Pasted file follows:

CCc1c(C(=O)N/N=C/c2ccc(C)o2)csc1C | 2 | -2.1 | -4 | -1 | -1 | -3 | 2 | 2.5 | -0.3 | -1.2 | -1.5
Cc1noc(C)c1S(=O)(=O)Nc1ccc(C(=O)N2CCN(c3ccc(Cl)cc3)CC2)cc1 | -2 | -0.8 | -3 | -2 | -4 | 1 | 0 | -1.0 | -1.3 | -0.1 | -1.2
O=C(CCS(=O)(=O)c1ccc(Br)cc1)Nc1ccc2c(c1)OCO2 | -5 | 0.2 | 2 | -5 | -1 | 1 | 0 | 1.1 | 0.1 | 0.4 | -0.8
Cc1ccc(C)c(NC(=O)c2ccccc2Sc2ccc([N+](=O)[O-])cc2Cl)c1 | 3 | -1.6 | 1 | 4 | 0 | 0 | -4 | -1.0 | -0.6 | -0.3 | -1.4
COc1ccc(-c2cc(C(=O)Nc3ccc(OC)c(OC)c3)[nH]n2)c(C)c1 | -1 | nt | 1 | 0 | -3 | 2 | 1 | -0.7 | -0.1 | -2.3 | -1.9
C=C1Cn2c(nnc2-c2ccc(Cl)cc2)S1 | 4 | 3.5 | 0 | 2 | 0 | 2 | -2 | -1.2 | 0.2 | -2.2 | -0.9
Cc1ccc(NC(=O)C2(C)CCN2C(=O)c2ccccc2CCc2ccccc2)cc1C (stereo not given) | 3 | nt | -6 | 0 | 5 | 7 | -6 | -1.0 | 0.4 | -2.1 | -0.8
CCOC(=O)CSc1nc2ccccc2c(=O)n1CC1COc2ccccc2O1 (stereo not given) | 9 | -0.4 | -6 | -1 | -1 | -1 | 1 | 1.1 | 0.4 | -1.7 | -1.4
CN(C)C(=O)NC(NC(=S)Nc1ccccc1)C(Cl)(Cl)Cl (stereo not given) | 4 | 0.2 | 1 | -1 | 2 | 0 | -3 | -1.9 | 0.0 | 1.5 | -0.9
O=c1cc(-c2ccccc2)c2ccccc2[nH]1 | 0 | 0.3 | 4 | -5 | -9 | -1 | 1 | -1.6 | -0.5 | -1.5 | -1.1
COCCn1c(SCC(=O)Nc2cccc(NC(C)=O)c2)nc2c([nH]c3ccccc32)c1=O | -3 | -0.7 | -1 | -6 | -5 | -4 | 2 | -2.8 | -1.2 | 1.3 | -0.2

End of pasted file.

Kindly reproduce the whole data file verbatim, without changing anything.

CCc1c(C(=O)N/N=C/c2ccc(C)o2)csc1C | 2 | -2.1 | -4 | -1 | -1 | -3 | 2 | 2.5 | -0.3 | -1.2 | -1.5
Cc1noc(C)c1S(=O)(=O)Nc1ccc(C(=O)N2CCN(c3ccc(Cl)cc3)CC2)cc1 | -2 | -0.8 | -3 | -2 | -4 | 1 | 0 | -1.0 | -1.3 | -0.1 | -1.2
O=C(CCS(=O)(=O)c1ccc(Br)cc1)Nc1ccc2c(c1)OCO2 | -5 | 0.2 | 2 | -5 | -1 | 1 | 0 | 1.1 | 0.1 | 0.4 | -0.8
Cc1ccc(C)c(NC(=O)c2ccccc2Sc2ccc([N+](=O)[O-])cc2Cl)c1 | 3 | -1.6 | 1 | 4 | 0 | 0 | -4 | -1.0 | -0.6 | -0.3 | -1.4
COc1ccc(-c2cc(C(=O)Nc3ccc(OC)c(OC)c3)[nH]n2)c(C)c1 | -1 | nt | 1 | 0 | -3 | 2 | 1 | -0.7 | -0.1 | -2.3 | -1.9
C=C1Cn2c(nnc2-c2ccc(Cl)cc2)S1 | 4 | 3.5 | 0 | 2 | 0 | 2 | -2 | -1.2 | 0.2 | -2.2 | -0.9
Cc1ccc(NC(=O)C2(C)CCN2C(=O)c2ccccc2CCc2ccccc2)cc1C (stereo not given) | 3 | nt | -6 | 0 | 5 | 7 | -6 | -1.0 | 0.4 | -2.1 | -0.8
CCOC(=O)CSc1nc2ccccc2c(=O)n1CC1COc2ccccc2O1 (stereo not given) | 9 | -0.4 | -6 | -1 | -1 | -1 | 1 | 1.1 | 0.4 | -1.7 | -1.4
CN(C)C(=O)NC(NC(=S)Nc1ccccc1)C(Cl)(Cl)Cl (stereo not given) | 4 | 0.2 | 1 | -1 | 2 | 0 | -3 | -1.9 | 0.0 | 1.5 | -0.9
O=c1cc(-c2ccccc2)c2ccccc2[nH]1 | 0 | 0.3 | 4 | -5 | -9 | -1 | 1 | -1.6 | -0.5 | -1.5 | -1.1
COCCn1c(SCC(=O)Nc2cccc(NC(C)=O)c2)nc2c([nH]c3ccccc32)c1=O | -3 | -0.7 | -1 | -6 | -5 | -4 | 2 | -2.8 | -1.2 | 1.3 | -0.2